I never once said that I did not agree with ones right to protest, or that it was wrong for people to speak up about what they believe in. I support everyones right to do that.

At the same time, it is a fact that often insurgency's lack the ability to defeat a professional military in combat and there for must simply rely on increasing the cost to that country to a point that the country no longer feels the cost is worth it and withdraws. Its the tactic that the North Vietnamese employed in order to try and get the United States out of South Vietnam.


The insurgence look at news in the United States and tailor their attacks to produce the maximum effect on the population in order to influence policy makers to change policy. Al Quada took out all of Spain's military forces in Iraq without firing a single shot at them. They bombed the railway stations in Madrid knowing there was an election coming up and that killing enough people would scare the population into supporting the opposition party which wanted a withdrawal from Iraq. Its an extreme case, but it worked. A few days later, Spains voters went to the voting booth and put the opposition government in power. Spains troops were withdrawn from Iraq shortly after that. The government was headed towards a victory prior to the bombing.

"Unwanted occupations" are not destined to fail. If they were, there would be no history of Empires lasting for century's. Hell, most countries today would not exist, even the United States in a sense.

But thats besides the point because the current occupation in Iraq is FAR from being unwanted. 80% of the country wants the United States and coalition forces to remain to build a new Iraq. There is more support in Iraq for staying the course than there is in the United States.

The people who don't realize what has been accomplished so far in Iraq simply don't appreciate what Iraq was like before the coalition invaded. They don't understand what 24 years of Saddam did to the country. It takes more than 3 years to rebuild a country that was ruled by Saddam for a quarter century. People expect to see Disneyland Baghdad after one year, but no reconstruction of such a war torn and dominated country can creat those types of results that fast.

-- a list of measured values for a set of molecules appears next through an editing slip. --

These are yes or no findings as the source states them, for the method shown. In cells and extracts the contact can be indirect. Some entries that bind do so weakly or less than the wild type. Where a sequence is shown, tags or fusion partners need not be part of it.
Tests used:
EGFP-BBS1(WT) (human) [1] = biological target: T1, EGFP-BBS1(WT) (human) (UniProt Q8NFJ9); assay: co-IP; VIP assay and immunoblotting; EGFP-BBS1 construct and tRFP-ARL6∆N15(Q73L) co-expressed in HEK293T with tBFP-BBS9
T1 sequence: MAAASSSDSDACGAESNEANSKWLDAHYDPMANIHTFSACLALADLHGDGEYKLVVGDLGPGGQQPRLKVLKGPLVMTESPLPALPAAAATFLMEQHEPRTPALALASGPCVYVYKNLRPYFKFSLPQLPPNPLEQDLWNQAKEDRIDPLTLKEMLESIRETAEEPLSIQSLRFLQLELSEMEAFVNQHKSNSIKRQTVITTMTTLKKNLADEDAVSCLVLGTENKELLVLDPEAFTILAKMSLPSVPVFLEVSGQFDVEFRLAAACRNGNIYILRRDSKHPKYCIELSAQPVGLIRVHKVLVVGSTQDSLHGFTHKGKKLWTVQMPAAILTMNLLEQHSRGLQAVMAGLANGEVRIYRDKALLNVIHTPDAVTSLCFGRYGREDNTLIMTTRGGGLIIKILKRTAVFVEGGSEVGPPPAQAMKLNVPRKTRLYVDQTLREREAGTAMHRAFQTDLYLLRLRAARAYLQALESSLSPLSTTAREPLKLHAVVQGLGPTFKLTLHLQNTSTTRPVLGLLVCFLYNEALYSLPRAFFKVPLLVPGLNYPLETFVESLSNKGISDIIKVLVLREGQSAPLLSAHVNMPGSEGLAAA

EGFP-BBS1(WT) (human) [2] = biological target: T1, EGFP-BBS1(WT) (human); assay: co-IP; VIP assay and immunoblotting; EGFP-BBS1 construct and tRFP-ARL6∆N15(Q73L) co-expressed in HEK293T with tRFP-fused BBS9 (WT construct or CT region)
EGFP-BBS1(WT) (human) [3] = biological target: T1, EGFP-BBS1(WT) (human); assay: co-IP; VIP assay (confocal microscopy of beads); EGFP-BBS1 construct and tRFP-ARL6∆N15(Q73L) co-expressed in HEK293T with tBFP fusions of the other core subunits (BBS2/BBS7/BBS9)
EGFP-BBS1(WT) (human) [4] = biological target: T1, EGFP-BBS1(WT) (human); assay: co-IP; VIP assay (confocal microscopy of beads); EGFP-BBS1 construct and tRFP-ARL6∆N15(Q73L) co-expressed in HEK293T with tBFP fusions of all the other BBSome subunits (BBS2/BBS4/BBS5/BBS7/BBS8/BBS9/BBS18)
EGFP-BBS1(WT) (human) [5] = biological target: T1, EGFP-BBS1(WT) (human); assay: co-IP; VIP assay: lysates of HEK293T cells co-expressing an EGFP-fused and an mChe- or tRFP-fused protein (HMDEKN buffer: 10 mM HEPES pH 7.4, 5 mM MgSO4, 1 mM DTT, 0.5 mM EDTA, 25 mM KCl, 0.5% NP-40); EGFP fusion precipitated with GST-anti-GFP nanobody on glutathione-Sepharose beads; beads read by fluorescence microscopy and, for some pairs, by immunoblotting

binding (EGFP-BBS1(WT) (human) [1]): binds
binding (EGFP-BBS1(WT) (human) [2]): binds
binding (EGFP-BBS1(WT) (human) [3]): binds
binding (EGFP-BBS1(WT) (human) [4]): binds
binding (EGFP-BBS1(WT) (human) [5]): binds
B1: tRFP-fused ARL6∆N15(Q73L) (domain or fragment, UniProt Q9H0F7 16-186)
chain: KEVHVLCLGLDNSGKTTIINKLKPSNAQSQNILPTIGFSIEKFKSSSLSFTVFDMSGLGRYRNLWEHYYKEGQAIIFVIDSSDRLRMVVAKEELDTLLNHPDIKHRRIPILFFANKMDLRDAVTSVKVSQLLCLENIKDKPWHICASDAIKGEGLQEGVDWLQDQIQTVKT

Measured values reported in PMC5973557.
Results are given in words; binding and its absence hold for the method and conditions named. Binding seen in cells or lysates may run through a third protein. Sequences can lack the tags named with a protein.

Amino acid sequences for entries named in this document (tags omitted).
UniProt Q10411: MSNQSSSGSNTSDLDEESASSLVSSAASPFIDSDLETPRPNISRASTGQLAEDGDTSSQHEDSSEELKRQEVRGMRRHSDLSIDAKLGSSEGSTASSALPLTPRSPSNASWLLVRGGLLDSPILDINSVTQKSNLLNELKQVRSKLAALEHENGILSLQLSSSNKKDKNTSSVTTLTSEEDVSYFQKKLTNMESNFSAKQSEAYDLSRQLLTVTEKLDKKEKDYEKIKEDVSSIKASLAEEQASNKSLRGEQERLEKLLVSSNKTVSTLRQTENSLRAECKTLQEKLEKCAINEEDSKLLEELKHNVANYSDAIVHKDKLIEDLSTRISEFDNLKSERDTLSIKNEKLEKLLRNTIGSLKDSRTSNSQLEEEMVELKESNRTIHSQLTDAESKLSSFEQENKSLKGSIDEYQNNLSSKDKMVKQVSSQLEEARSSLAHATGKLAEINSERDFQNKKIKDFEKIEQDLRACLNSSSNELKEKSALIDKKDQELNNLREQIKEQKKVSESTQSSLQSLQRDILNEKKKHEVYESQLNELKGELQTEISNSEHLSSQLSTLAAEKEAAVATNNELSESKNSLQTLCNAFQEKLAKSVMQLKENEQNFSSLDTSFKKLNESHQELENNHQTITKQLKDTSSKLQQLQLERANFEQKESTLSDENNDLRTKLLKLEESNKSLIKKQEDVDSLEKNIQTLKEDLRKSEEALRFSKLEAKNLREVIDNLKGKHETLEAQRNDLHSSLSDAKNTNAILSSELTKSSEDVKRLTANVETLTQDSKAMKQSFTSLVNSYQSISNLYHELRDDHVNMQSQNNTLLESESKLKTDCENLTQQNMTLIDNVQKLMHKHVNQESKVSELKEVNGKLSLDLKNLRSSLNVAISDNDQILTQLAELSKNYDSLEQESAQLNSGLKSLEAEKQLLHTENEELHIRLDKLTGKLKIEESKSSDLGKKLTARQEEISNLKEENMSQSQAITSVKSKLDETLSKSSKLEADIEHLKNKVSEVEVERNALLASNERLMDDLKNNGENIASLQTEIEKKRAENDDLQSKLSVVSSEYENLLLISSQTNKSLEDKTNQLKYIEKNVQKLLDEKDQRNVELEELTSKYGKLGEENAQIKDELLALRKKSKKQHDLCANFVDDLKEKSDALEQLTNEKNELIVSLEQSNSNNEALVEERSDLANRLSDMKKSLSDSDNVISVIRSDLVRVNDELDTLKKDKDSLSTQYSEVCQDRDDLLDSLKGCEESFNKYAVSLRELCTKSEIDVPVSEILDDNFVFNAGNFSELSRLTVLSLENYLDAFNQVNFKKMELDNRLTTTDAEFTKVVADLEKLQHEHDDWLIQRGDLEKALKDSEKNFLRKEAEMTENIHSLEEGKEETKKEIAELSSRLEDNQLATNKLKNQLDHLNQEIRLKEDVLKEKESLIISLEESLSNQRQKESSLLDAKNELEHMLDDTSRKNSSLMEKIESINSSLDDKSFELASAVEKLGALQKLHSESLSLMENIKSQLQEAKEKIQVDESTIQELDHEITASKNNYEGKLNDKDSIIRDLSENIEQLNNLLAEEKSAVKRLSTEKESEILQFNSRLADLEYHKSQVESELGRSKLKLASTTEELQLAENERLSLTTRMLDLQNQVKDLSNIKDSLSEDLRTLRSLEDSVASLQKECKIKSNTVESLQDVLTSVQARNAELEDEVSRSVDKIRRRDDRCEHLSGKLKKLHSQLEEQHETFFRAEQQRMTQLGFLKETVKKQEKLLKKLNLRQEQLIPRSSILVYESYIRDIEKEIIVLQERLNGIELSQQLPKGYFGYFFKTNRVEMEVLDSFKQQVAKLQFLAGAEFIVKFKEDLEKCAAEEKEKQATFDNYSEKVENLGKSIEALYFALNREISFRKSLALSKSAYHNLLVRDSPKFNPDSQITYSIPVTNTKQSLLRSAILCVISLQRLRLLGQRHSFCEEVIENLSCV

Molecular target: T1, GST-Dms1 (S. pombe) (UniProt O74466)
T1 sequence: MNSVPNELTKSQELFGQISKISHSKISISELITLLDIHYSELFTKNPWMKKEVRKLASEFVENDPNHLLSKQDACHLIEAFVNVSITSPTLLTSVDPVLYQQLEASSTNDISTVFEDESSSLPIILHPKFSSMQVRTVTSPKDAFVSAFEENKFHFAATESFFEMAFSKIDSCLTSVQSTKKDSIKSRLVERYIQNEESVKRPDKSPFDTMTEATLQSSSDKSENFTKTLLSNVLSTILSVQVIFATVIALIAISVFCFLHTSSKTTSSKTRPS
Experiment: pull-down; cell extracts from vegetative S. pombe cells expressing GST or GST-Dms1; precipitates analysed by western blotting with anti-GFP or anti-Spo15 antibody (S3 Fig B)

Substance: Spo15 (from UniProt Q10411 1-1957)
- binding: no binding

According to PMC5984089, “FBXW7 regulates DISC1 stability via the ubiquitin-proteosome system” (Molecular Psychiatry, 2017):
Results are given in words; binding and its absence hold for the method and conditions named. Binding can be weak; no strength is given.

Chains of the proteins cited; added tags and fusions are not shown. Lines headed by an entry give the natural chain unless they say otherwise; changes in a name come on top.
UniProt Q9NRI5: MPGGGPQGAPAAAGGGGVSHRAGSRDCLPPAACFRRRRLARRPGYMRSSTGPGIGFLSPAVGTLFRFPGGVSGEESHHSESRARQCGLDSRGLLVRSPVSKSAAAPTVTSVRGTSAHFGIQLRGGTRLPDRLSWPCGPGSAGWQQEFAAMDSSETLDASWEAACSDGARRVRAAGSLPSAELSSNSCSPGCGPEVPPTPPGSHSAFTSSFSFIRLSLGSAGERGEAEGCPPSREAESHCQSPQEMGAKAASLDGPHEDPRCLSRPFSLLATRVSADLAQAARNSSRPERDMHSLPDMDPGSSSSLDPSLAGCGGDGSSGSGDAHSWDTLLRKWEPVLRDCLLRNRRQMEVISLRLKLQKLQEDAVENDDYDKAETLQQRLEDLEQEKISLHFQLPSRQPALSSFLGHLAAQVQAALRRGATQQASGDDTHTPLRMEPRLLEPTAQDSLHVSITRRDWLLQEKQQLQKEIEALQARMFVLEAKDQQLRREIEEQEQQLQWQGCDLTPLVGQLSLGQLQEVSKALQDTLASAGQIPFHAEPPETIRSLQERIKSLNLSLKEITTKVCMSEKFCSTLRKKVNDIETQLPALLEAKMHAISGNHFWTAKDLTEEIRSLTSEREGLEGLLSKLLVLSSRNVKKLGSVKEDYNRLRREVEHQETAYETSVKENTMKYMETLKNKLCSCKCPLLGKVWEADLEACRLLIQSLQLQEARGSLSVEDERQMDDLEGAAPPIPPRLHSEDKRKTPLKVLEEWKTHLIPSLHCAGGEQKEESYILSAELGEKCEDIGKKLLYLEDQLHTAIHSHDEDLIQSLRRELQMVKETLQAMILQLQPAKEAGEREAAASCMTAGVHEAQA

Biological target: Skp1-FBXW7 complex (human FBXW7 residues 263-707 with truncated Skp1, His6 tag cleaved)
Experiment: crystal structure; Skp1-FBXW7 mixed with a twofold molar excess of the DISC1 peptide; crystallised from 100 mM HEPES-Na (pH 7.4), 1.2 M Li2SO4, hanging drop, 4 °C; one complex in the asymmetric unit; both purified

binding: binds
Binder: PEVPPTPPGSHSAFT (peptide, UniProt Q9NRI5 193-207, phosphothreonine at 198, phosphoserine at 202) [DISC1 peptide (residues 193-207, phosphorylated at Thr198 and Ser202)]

2 years ago, the Iraqi military had less than 1,000 people in it. Now it has nearly 100,000 and they will soon be patrolling and securing 75% of the country by the end of this coming summer. That is a massive accomplishment! Despite constant attacks on Iraqi oil facilities, Iraq is now close to its prewar production levels which will be vital to rebuilding the country. How can anyone ignore the 2 free Iraqi elections that happened in which most of the country turned out to vote despite all the threats. Liberals in this country claimed the elections would fail. They were wrong! They also said the Iraqi's would never agree on a constitution. They were wrong! Iraqi's just passed another hurdle by finally agreeing on a Prime Minister. There are more hurdles to come, but Iraq is moving forward. Someday, your going to have to aknowledge these things if your the least bit objective. Lots of progress has been made over the past 3 years and more will be made over the next 3 years as well. But its a difficult process that will always present rather easy opportunities for criticism.

The most important goal, the removal of Saddam's regime was accomplished over three years ago and Saudi Arabia, Kuwait and other Gulf States, where a majority of the planets energy supply comes from, have been enjoying a level of security they have not experienced in decades because of that fact.
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Old 05-04-2006, 01:45 PM   #183
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Originally posted by Irvine511




Powell is a very good, loyal soldier, and picks his words very carefully.
Does not change the fact that he supported the removal of Saddam through military invasion as well as staying the current course in Iraq until Iraqi's can handle the security situation by themselves.
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Old 05-04-2006, 02:26 PM   #184
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Originally posted by BonoVoxSupastar


I think Bush did a pretty good job of hindering this war himself when he pre-maturely entered into a war with almost no occupation plan. That is what's killing this war, shitty planning.

And your insurgents driving up the cost of war theory is hilarious, but it's a great fear device to make those protesters feel guilty.